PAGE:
Trust in Media: Everyone’s Problem

Why does trust matter? Trust is critical for every institution to gain credibility and build a strong reputation. But it is a complex subject to study since it’s subjective and fluctuates through time. But trust is no secret for Edelman. This global communication firm has researched it for the past two decades. Each year, the firm conducts a study based on a worldwide scale survey that summarizes real-world insights about trust. This study is also known as Edelman’s Trust Barometer.

One of the most compelling findings that have repeatedly transcended the results over the years is the contrast between trust in business, media, and government. For example, in 2007, the Barometer concluded that business was more trusted than media across the globe. Since then, companies and brands have tried maintaining those trust levels using personalization on their services and building inside-out reputations. Following recent events such as the pandemic and the Russian invasion of Ukraine, many would have thought that confidence in business and financial entities would change. However, until now, this sector has remained at the top of the podium as the most reliable in society.

The media, however, has obtained a different outcome than business. Because of the rise of fake news, each year has become more difficult for the public to have faith in traditional and new sources of information. A new finding made by Edelman reassures this statement. In this year’s edition of the Barometer (read the 2022 Edelman Trust Barometer), the firm concluded that media outlets and governments fuel a “distrust cycle.” In the survey conducted for the study, one of every two respondents saw both institutions as “divisive forces” in society. Moreover, two-thirds believed that journalists and reporters are “purposely trying to mislead people by saying things they know are false or gross exaggerations.” Although some dose of skepticism towards media outlets is a healthy sign of awareness in readers and audiences, since 2021, the media landscape has become more hostile and distrusted. A recent survey by Gallup in the US found that Americans are incredibly skeptical of TV news and newspapers. Although they didn’t achieve high “trust points” in the past, right now, American communication channels have experienced one of the lowest scores recorded by Gallup. In addition, social media usage has become more diverse. A study by YouGov and the Reuters Institute for the Study of Journalism has found that in 2022, 42% of American adults use social media as a reference for news. Despite these facts, trust in these platforms has followed the same luck as TV news and newspapers: audiences also have a growing lack of faith in them.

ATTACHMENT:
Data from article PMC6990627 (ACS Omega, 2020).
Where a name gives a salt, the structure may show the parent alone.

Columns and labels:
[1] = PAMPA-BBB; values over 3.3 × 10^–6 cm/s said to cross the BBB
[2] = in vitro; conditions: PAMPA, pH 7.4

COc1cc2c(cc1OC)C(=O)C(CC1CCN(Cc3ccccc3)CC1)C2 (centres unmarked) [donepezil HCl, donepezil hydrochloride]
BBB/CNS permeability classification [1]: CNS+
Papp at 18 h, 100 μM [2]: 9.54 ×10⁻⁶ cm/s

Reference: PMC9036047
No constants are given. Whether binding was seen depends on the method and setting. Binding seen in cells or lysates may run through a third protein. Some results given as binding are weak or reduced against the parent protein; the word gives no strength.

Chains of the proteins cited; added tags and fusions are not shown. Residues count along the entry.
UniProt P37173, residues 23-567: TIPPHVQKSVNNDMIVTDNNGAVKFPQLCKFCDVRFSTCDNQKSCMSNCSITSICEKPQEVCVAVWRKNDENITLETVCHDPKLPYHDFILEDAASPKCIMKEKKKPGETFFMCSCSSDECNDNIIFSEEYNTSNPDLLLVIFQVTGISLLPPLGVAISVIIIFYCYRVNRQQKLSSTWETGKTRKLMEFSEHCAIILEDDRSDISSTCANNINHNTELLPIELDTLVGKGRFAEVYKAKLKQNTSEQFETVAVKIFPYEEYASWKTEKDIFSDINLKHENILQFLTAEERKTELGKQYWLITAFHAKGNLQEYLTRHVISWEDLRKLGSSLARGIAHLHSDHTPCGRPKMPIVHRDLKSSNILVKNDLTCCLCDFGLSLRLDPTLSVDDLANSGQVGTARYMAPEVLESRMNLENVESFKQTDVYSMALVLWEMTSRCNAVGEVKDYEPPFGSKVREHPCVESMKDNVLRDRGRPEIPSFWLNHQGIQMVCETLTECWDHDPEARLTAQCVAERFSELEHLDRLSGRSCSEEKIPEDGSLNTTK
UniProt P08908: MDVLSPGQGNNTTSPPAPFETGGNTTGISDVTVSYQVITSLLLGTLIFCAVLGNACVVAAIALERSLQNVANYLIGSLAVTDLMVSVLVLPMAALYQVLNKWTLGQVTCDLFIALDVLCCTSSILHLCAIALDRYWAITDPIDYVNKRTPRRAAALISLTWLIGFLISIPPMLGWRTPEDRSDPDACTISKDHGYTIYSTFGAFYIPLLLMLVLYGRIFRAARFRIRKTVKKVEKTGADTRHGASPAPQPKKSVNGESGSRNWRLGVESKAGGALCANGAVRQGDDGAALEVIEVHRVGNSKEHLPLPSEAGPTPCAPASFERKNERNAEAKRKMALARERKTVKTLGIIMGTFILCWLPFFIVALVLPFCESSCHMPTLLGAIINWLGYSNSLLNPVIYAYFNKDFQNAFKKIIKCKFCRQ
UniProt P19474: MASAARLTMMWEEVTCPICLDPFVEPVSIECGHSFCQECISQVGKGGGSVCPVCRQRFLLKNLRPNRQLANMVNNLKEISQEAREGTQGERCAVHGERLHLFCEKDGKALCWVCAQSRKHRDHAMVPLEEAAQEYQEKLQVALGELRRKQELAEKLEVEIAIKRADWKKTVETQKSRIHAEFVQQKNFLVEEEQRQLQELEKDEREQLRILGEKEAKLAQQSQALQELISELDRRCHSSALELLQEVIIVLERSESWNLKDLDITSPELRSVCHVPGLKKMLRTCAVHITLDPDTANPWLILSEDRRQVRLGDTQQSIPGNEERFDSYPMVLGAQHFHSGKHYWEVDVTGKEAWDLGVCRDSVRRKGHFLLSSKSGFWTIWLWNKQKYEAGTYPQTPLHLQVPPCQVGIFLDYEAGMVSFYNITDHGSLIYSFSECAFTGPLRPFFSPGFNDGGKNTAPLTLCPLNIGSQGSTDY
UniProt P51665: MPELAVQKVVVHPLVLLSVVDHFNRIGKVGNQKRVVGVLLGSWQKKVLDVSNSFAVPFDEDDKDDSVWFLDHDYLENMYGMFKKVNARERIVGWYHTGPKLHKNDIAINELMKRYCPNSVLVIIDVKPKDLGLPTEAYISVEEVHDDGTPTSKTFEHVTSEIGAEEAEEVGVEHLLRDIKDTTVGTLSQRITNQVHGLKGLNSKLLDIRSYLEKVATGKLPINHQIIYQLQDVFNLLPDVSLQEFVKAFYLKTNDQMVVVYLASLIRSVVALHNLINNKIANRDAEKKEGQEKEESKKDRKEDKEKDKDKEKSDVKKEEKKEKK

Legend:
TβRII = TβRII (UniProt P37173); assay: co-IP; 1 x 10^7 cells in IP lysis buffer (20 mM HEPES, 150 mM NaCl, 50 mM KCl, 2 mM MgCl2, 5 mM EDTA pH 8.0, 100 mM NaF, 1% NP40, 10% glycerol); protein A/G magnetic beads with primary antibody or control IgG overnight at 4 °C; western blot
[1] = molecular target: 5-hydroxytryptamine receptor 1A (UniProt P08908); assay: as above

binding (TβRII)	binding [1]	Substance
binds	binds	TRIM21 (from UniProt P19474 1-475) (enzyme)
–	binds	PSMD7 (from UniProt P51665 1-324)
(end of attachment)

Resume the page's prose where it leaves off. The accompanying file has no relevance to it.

img src="public protest.jpg" alt="people marching against disinformation"
Photo by Mika Baumeister on Unsplash

Like other companies, social media platforms have tried to personalize the content for each user as much as possible through technology and algorithms. But this way of customizing their service has eventually built bubbles of content that fuel confirmation biases reinforcing the prior beliefs of each user. As a result, disinformation has become a topic associated with online platforms and a lack of trust in the source. The most recent example of mistrust in a social media platform has been the case of Facebook, now known as Meta. In 2018, Facebook made headlines around the globe when the firm shared the confidential data of millions of its users with an outsider firm, Cambridge Analytica. Since then, the platform’s reputation plummeted, so last year, in an attempt to restore that lost faith, Zuckerberg came forward to announce a rebranding. With a new name and new logo but with the same values, those changes didn’t solve the issue. Instead, it further degraded society’s opinion of the company.

Based on this landscape, the hope of restoring trust in media seems almost non-existent. However, many signs show that a growing population is willing to listen to experts’ opinions. In 2021, Edelman found positive insights regarding the future of trusting in news sources, alongside evidence for a desire to improve information literacy. In addition, many global projects are taking action to earn the trust back to the media, such as “The Trust Project,” which seeks integrity in journalism.

Yet, the media is not able to ensure this alone.  The government, journalists, and society must step in and discourage the propagation of false narratives. Because until now, the efforts created to fight disinformation have been insufficient. For example, in 2018, the European Commission developed a code of practice on disinformation. However, the measures didn’t control the propagation of fake news. So, this year, the EU has had to strengthen that tool hoping for a better outcome.

But, what measures should be applied to ensure success against distrust of information?

First, citizens and institutions should align efforts to ensure the effective discouragement of these practices through:

  • Strong policies that establish what journalists should follow.
  • Specific fines for posting and sharing misleading information.
  • The empowerment of fact-checkers.

And most importantly, the empowerment of citizens and their opinion is crucial to developing long-term transparency in media, government, and business. We must seek truth and fight against disinformation so that eventually, we can trust back on our environment.

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